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Determination of Equilibrium Level of Income: AD-AS Approach and S-I Approach

Last Updated : 24 Apr, 2024
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Determination of Equilibrium Level 

The Keynesian Theory states that the equilibrium situation is usually expressed in terms of Aggregate Demand (AD) and Aggregate Supply (AS). When aggregate demand for products and services over a given period of time equals aggregate supply, an economy is in equilibrium.

So, equilibrium is attained when:

AD = AS

Now, we know that,

AD = C + I,

and AS = C + S

Therefore,

C + S = C + I

i.e., S = I

Therefore, according to Keynes, the two approaches to determine the equilibrium level of income and employment of an economy are Aggregate Demand-Aggregate Supply Approach (AD-AS Approach) and Saving-Investment Approach (S-I Approach)

However, to determine the equilibrium output, there are certain assumptions that needs to be kept in mind.

Assumptions

  1. The determination of the equilibrium level will be examined using a two-sector model (households and firms). Simply put, it is assumed that there is no foreign industry or government in the economy.
  2. It is also assumed that investment expenditure is autonomous, i.e., that income level does not have any impact on investments.
  3. It is assumed that the pricing level is constant.
  4. Also, to determine equilibrium output, short-run will be considered.

1. Aggregate Demand-Aggregate Supply Approach (AD-AS Approach)

The Keynesian theory states that when aggregate demand as shown by the C+I curve is equal to the total output (Aggregate Supply or AS), the equilibrium level of income in an economy is established. 

There are two parts to the aggregate demand:

  • Consumption Expenditure (C): This expenditure changes directly with income; i.e., consumption rises as income rises.
  • Investment Expenditure (I): This expenditure is considered to be autonomous and independent of one’s income level.

So, in the income determination analysis, the AD curve is represented by the C+I curve. 

The overall output of goods and services from the national income is known as the aggregate supply. A 45° line is used to represent it. The AS curve is represented by the (C+S) curve because the money received is either spent or saved.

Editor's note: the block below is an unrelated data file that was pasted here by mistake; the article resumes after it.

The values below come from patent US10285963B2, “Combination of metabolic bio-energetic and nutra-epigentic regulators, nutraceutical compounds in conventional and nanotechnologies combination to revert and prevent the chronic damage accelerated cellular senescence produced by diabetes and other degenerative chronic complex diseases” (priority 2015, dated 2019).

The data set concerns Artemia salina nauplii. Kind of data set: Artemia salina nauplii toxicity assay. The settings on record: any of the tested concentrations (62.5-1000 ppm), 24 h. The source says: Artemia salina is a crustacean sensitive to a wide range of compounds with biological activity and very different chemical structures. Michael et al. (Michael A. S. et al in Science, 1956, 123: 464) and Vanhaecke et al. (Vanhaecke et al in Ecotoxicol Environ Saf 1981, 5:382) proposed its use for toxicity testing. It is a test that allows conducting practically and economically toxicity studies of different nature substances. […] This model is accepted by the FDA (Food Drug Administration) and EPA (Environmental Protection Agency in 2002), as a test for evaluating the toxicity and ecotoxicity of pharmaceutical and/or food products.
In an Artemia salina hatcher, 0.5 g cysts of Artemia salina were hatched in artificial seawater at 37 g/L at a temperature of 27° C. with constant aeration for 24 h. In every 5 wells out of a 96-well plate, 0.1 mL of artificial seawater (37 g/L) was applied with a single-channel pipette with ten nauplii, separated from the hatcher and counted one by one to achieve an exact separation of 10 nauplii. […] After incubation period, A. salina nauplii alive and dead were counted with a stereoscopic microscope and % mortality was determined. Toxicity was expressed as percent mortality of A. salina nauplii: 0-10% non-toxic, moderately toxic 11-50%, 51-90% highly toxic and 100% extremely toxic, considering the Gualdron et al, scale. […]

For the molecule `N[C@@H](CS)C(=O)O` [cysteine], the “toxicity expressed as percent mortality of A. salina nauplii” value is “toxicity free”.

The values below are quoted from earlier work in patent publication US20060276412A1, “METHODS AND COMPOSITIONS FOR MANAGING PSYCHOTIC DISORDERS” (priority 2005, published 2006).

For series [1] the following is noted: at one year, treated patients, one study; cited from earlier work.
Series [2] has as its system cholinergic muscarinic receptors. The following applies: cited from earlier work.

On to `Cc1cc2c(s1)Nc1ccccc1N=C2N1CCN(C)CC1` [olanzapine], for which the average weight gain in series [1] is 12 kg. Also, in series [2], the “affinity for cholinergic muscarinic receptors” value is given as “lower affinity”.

Example:

 

AD-AS Approach

 

The AD or (C+ I) curve in the above graph shows the desired expenditure level by consumers and businesses at each level of income. At point E where the (C+ I) curve intersects the 45° line, the economy is in equilibrium.

Observations:

  • The equilibrium point, denoted by the letter E, occurs when desired expenditure on consumption and investment is equal to the total output.
  • OY is the output at the equilibrium level that corresponds to point E.
  • In the above table, the Aggregate Demand is equal to the Aggregate Supply; i.e., ₹200 Crores, when the equilibrium level of income is ₹200 Crores.
  • It is a case of Effective Demand. Effective demand refers to that level of AD that becomes ‘effective’ since it is equal to AS.

2. Saving-Investment Approach (S-I Approach)

The Saving-Investment Approach states that when the planned saving (S) is equal to the planned investment (I), the equilibrium level of income in an economy is established. 

Example:

Saving and Investment Approach

 

S-I Approach

The Investment curve in the above graph shows the autonomous investment made; therefore, it is parallel to the X-axis. The Saving Curve S slopes upward, which means that saving increases with an increase in income. At point E where the investment curve intersects the saving curve, the economy is in equilibrium.

Observations:

  • The equilibrium point, denoted by the letter E, occurs where saving and investment curves intersect each other.
  • Also, at point E, ex-ante saving is equal to ex-ante investment.
  • The equilibrium level of output corresponding to the equilibrium point E is OY.
  • In the above table, planned saving is equal to planned investment; i.e., ₹30 Crores, when the equilibrium level of income is ₹200 Crores.

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